Added a personnel executive for an NFC team: "He has a lot of arm talent, but he's not a real good foot athlete. He can throw it, but he's more of a pocket passer. If you've got a real good offensive line, he could flourish. If not, I think he'd have a hard time."
Other teams expected to consider picking the 220-pound Weeden include the Buffalo Bills, Kansas City Chiefs and Denver Broncos. With the exception of the Broncos, who signed Peyton Manning last month, there'd be a strong temptation to let Weeden compete for a starting job as a rookie.
After all, his biological clock is ticking.
"Literally, I feel 21," he said. "My body's fresh, from the five years I played baseball and the first three years at Oklahoma State, when I barely played. The approach I'm taking is, I'm gonna compete. It's a big adjustment to that level. With my age and maturity, I think I can make that jump."
If so, Weeden will complete an unconventional ascent that even he didn't see coming as a high school freshman.
"At age 14, I was 5-7, 130," Weeden recalled. "I was on this national championship [youth] baseball team, and I was the smallest kid on the team – and the only kid on the team who didn't hit a home run. I hit eighth or ninth in the order. I wasn't very good.
"Back then, I was a runt. In high school I was playing second base, 'cause I wasn't throwing the ball hard, and I didn't play football as a freshman, cause I would've gotten killed. When I finally started pitching, as a sophomore, I was throwing knuckleballs and curves."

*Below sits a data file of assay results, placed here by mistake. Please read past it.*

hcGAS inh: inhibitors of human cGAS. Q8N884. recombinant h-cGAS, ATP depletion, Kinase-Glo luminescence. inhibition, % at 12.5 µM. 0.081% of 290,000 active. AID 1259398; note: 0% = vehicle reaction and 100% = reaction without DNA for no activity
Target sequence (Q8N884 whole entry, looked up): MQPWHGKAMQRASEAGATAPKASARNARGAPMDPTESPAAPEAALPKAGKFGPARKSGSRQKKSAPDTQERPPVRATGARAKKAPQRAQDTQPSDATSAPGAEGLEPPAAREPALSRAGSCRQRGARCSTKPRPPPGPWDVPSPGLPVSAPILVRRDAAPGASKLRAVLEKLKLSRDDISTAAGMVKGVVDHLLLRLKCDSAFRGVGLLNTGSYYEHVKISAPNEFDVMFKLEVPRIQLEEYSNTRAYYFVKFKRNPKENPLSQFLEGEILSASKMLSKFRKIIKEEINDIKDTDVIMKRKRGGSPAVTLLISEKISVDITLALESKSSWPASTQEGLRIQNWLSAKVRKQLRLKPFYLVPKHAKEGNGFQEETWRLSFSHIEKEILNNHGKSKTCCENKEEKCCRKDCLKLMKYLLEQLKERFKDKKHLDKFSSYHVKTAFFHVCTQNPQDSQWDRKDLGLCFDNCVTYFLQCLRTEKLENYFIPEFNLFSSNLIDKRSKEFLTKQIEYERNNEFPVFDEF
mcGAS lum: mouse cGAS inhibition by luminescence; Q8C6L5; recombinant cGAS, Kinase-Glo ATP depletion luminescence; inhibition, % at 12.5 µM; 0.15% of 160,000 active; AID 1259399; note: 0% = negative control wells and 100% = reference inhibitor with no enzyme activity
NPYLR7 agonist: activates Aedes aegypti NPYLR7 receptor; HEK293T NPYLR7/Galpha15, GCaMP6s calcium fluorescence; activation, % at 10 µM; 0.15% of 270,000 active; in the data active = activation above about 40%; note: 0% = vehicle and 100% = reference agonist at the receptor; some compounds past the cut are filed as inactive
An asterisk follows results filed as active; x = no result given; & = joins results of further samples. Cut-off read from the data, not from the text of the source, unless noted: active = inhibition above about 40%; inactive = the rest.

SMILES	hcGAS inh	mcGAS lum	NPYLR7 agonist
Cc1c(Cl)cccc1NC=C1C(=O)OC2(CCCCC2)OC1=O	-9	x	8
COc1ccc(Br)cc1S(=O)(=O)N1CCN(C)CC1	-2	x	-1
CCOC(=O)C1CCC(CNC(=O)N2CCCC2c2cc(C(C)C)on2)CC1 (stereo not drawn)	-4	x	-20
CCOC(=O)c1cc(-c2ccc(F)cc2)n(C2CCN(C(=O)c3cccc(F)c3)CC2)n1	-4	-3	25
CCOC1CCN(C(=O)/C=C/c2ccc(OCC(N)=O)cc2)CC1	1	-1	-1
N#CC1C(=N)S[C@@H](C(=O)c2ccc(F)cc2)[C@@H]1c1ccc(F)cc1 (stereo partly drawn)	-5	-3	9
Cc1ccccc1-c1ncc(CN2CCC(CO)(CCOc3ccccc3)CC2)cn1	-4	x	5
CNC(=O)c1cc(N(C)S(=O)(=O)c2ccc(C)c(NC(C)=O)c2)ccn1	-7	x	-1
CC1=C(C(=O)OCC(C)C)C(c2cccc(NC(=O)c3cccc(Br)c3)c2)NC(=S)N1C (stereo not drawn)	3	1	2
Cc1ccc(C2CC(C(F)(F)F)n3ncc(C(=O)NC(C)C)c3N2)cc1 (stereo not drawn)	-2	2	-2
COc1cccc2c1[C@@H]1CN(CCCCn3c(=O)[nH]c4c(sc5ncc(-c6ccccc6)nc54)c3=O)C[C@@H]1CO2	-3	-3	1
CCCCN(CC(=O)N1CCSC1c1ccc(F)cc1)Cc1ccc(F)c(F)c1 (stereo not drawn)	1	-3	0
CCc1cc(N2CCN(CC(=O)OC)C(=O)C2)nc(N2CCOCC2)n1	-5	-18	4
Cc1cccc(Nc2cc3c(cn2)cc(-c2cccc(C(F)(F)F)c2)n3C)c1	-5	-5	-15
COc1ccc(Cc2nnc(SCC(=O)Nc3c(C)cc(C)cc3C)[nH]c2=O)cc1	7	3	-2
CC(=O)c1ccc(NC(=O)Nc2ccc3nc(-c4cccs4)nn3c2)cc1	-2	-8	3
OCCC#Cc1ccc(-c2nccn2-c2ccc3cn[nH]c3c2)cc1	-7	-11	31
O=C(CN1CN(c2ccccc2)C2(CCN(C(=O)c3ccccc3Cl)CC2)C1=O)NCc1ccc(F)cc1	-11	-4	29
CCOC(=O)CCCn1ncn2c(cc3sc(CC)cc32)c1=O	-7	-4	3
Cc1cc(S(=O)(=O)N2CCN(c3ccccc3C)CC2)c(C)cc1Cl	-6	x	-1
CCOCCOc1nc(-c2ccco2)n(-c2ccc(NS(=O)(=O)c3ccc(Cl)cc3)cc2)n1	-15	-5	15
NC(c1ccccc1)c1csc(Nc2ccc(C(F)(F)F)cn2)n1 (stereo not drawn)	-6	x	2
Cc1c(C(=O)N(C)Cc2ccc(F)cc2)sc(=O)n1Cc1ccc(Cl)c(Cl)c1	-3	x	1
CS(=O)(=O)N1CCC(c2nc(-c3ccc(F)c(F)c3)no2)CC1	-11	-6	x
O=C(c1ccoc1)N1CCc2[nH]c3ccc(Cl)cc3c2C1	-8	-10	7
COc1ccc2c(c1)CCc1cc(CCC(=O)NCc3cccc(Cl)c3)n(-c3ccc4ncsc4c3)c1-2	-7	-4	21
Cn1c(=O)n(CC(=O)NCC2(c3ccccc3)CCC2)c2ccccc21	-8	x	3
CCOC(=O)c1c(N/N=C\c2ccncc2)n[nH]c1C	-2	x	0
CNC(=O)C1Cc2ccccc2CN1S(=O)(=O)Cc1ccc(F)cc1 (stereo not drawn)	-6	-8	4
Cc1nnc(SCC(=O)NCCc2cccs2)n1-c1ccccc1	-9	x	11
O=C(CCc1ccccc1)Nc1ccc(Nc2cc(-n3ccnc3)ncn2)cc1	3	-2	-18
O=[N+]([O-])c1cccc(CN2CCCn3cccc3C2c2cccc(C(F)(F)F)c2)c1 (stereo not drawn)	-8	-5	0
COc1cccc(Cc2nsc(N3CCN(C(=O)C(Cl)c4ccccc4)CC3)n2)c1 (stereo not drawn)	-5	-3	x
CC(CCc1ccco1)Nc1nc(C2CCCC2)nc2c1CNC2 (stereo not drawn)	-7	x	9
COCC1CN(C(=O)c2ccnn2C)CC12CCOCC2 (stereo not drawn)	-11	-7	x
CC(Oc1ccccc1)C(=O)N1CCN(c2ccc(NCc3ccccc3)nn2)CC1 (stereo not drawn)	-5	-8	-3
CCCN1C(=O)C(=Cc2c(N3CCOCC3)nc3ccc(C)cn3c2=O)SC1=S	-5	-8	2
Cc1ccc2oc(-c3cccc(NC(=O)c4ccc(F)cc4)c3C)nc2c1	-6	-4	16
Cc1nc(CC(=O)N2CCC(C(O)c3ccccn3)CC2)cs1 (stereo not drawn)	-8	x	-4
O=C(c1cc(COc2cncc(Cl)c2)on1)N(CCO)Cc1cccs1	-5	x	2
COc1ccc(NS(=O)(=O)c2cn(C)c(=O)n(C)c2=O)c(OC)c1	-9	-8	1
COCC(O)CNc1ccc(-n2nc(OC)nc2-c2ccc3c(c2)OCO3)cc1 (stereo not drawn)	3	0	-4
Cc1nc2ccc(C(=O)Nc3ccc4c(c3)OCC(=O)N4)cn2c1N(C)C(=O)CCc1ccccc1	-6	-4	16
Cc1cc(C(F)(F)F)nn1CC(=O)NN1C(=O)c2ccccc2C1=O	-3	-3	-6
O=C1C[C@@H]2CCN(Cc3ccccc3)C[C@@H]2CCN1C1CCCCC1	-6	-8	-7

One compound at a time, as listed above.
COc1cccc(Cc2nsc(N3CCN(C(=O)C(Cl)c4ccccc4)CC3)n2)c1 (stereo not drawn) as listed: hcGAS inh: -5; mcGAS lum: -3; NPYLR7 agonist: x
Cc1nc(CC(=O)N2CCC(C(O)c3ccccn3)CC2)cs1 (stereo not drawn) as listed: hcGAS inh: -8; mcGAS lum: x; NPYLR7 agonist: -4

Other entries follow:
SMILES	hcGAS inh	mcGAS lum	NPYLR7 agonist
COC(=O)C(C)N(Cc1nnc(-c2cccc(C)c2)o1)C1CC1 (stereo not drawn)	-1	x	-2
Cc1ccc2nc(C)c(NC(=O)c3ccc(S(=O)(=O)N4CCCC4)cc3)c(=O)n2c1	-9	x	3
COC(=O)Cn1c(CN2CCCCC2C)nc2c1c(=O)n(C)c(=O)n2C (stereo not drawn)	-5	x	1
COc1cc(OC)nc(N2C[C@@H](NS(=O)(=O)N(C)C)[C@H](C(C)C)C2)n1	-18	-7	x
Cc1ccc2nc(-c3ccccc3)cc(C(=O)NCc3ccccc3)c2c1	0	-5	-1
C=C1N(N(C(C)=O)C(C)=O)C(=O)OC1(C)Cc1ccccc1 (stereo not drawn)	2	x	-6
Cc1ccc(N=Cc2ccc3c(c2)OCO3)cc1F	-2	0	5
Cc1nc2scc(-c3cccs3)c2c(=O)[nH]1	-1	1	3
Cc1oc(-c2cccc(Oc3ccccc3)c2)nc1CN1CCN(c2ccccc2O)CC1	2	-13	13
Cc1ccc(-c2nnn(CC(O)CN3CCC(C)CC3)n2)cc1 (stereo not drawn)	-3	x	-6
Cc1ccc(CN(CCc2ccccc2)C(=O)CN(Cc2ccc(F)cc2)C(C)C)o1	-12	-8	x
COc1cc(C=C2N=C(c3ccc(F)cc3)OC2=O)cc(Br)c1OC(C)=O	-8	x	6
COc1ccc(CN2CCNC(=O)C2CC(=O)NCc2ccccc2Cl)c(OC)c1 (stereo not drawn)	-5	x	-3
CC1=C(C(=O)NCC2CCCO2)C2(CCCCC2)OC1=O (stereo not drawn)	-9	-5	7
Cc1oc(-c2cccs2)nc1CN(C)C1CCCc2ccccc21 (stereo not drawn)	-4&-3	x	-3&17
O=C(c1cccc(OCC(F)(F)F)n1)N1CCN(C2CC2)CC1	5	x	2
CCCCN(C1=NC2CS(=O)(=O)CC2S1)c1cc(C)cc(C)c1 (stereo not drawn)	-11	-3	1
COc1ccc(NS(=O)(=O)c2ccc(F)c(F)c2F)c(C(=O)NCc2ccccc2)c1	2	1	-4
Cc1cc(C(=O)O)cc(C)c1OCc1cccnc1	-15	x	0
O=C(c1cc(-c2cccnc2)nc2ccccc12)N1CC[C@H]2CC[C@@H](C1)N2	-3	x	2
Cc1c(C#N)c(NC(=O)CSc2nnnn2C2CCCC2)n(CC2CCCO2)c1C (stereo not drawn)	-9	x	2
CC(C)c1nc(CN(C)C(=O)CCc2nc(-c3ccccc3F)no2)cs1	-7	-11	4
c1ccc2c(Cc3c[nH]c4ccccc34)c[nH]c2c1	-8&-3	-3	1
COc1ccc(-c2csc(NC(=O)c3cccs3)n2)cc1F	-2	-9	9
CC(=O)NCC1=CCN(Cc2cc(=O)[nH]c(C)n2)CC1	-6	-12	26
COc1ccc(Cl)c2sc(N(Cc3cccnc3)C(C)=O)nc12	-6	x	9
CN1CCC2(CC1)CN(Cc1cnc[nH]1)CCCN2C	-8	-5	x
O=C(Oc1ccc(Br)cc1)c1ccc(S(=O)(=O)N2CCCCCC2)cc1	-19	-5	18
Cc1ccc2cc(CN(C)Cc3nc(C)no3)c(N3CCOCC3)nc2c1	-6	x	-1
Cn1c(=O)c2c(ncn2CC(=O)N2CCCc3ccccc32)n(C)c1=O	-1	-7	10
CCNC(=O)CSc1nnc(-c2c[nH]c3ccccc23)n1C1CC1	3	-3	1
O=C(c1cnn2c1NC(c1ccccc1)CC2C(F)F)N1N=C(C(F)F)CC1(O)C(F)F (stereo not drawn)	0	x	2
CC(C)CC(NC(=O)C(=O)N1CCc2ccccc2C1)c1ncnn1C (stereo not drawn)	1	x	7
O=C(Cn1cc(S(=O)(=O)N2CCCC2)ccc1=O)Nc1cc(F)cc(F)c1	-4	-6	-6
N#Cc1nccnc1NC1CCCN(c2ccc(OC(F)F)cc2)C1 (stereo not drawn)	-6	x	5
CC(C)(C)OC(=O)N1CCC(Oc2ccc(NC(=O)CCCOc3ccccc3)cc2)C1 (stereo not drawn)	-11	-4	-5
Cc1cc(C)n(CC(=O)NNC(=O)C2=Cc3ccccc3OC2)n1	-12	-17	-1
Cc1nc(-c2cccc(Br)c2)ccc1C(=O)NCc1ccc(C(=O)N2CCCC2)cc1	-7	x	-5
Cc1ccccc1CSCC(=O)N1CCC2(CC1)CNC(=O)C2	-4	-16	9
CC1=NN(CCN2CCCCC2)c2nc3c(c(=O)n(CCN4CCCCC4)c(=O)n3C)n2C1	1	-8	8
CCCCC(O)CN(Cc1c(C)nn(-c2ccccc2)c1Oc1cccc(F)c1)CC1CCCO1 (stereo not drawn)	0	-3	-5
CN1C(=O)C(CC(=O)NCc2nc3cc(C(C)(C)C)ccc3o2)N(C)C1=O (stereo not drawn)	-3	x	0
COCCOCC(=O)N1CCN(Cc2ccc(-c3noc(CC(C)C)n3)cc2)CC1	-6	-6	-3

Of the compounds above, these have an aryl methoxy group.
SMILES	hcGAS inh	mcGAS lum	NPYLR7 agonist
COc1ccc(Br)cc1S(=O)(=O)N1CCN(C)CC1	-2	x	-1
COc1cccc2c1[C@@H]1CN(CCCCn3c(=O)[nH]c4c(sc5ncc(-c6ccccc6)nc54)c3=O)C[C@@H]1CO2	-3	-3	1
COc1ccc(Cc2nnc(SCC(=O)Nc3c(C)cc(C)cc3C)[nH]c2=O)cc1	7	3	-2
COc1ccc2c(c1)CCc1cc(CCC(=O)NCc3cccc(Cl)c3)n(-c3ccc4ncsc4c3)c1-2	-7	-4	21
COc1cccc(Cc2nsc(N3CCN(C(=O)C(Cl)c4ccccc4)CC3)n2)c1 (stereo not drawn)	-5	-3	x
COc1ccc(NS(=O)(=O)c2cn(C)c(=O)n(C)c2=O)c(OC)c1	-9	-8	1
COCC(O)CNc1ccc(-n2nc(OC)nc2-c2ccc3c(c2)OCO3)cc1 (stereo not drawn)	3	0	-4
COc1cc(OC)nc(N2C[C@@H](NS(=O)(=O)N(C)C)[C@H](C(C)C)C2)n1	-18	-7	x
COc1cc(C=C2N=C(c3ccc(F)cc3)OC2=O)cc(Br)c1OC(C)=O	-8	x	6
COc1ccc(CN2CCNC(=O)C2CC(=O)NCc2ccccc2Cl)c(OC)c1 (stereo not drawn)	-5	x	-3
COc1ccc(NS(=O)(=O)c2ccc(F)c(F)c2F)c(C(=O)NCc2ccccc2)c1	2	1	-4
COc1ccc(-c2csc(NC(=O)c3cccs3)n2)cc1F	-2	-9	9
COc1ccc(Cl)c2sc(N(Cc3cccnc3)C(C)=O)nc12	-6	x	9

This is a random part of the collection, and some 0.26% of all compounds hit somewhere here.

Weeden grew nine inches over the next three years, and by his senior season his fastball was clocking out in the 95-mile-per-hour range. The Yankees – the team he loved as a child – made him their first overall pick in the 2002 draft, and the team's financial offer was good enough to keep him from accepting a baseball scholarship to Oklahoma State. Weeden, who'd blossomed into a star quarterback at Edmond Santa Fe High School, would have walked onto OSU football team had he gone to college in '02, and he never completely abandoned the dream.
"From the time I was 18 years old," Weeden said, "I knew that if I had a bump in the road with baseball, I could always go back and play football."
Weeden spent five seasons in the minors for three organizations – the Yankees, Dodgers and Royals, never ascending above Class A ball. He struggled with injuries to his pitching shoulder and had an ERA of 5.39 or above in each of his final three campaigns.
Suffice it to say he was not especially fond of the minor-league lifestyle.
"When I was in the South Atlantic League [with the Columbus Catfish from 2004-05], the shortest bus trip was four hours, and the longest was 18 – from Columbus, Ga. to Lake County, Ohio. And on that particular trip, which we began after a night game, I was scheduled to start at noon on the day after we arrived. That was brutal.